The Driver’s License Dilemma

Nadia Fadlu-Deen, Staff Writer

   In recent years, teenagers all across America are waiting longer to get their driver’s license because of a variety of reasons, from environmental concerns, to personal circumstances, to admitted laziness.

   According to USA Today, “The teenage rite of passage of rushing to the DMV on your birthday to get that plastic card that represents freedom has changed dramatically over the last 30 years” ( The rate of teenagers getting their license has decreased by over 20 percent since 1984, according to a statistics website (

   “Some prefer more environmentally friendly transportation options, some found driving too stressful and some just don’t care about cars,” said a study of Generation Z by USA Today. No matter the reason, some teenagers are still choosing other methods of transportation over legalizing their driving ability (

   The car industry is trying new ways to get teenagers to buy cars, by working to add new technology features to their automobiles. “The automakers are addressing the issue with the obvious — a generation raised on technology likely will be most interested in cars with the newest features and connectivity,” said USA Today (

   “The most recent Federal Highway Administration data shows that just over a quarter (25.6 percent) of 16-year-olds became licensed drivers in 2018, and only 61 percent of teens had their licenses by age 18,” according to The Medium. The financial strain of having a car seems to push teenagers away from getting their licenses. The cost of having insurance, gas, and maintenance on the current minimum wage salary seems unreasonable when an alternative like public transportation is much cheaper (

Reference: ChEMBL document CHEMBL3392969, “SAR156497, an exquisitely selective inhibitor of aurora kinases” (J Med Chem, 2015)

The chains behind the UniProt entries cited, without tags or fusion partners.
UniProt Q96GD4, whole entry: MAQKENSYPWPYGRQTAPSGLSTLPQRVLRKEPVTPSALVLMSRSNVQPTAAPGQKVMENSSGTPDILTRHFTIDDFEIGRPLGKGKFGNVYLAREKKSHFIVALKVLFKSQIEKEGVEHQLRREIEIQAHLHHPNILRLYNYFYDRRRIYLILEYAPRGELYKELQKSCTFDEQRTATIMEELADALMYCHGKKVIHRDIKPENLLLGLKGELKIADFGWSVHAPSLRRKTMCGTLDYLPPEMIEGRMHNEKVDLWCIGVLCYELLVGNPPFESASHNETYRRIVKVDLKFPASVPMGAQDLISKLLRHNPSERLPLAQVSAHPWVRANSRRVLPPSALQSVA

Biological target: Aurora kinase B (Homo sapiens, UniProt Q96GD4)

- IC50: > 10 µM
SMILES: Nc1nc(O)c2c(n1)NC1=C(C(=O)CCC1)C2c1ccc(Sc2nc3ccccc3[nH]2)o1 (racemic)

“Urban populations have also seen the explosion of app-based transportation services like Uber and Lyft that complement the mass transit systems they may already be using to get around,” said a reporter from The Medium. The freedom that was once associated with having a license is essentially gone with the upgrades of modern technology and convenience (

   Teenagers also have various worries and anxieties associated with driving. “Dr. Steven Seay, a Florida-based psychologist has seen a ‘tremendous number of young drivers who are debilitated by anxiety,’ though what they tell their parents may have nothing to do with their fears” (

  “It’s just the fact of being on the actual road that scares me,” said Junior Isa Delgadillo. Delgadillo expressed that with the convenience of getting a ride from someone else or Uber, there is no need to go through the stress of getting a license. She added, “I’m a very paranoid person and I can only imagine the anxiety driving would give me. The amount of close call merges and missed accidents is enough for me.” 

   “Freedom is the main reason I got my license,” said Junior Aaron Fuge. He added that the car is his personal space, despite all the worries of being on the road.